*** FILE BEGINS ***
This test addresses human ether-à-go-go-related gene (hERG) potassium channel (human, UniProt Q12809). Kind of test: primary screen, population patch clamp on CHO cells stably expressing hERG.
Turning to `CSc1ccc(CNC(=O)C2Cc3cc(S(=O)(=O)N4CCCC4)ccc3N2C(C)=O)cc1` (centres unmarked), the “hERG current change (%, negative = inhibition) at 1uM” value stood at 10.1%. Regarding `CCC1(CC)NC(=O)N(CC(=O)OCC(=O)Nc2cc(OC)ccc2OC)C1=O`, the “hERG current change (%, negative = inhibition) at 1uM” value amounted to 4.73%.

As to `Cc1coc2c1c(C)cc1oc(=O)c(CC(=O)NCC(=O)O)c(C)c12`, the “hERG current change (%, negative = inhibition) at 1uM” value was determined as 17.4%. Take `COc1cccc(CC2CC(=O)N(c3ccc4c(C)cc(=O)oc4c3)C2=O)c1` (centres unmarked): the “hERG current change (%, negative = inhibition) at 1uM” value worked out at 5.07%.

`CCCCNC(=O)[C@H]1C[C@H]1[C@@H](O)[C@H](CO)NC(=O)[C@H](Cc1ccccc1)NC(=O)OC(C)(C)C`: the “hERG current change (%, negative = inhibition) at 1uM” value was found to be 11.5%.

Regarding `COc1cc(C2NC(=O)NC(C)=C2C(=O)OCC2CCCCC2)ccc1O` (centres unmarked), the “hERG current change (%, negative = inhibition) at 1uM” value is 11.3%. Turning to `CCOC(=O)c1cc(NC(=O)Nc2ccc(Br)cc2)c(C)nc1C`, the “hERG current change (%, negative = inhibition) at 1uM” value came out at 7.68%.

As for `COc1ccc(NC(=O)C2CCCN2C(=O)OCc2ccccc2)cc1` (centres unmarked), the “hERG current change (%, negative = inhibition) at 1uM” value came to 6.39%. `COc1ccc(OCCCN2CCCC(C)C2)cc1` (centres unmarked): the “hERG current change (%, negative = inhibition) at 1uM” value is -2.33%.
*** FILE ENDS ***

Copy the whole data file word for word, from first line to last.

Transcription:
This test addresses human ether-à-go-go-related gene (hERG) potassium channel (human, UniProt Q12809). Kind of test: primary screen, population patch clamp on CHO cells stably expressing hERG.
Turning to `CSc1ccc(CNC(=O)C2Cc3cc(S(=O)(=O)N4CCCC4)ccc3N2C(C)=O)cc1` (centres unmarked), the “hERG current change (%, negative = inhibition) at 1uM” value stood at 10.1%. Regarding `CCC1(CC)NC(=O)N(CC(=O)OCC(=O)Nc2cc(OC)ccc2OC)C1=O`, the “hERG current change (%, negative = inhibition) at 1uM” value amounted to 4.73%.

As to `Cc1coc2c1c(C)cc1oc(=O)c(CC(=O)NCC(=O)O)c(C)c12`, the “hERG current change (%, negative = inhibition) at 1uM” value was determined as 17.4%. Take `COc1cccc(CC2CC(=O)N(c3ccc4c(C)cc(=O)oc4c3)C2=O)c1` (centres unmarked): the “hERG current change (%, negative = inhibition) at 1uM” value worked out at 5.07%.

`CCCCNC(=O)[C@H]1C[C@H]1[C@@H](O)[C@H](CO)NC(=O)[C@H](Cc1ccccc1)NC(=O)OC(C)(C)C`: the “hERG current change (%, negative = inhibition) at 1uM” value was found to be 11.5%.

Regarding `COc1cc(C2NC(=O)NC(C)=C2C(=O)OCC2CCCCC2)ccc1O` (centres unmarked), the “hERG current change (%, negative = inhibition) at 1uM” value is 11.3%. Turning to `CCOC(=O)c1cc(NC(=O)Nc2ccc(Br)cc2)c(C)nc1C`, the “hERG current change (%, negative = inhibition) at 1uM” value came out at 7.68%.

As for `COc1ccc(NC(=O)C2CCCN2C(=O)OCc2ccccc2)cc1` (centres unmarked), the “hERG current change (%, negative = inhibition) at 1uM” value came to 6.39%. `COc1ccc(OCCCN2CCCC(C)C2)cc1` (centres unmarked): the “hERG current change (%, negative = inhibition) at 1uM” value is -2.33%.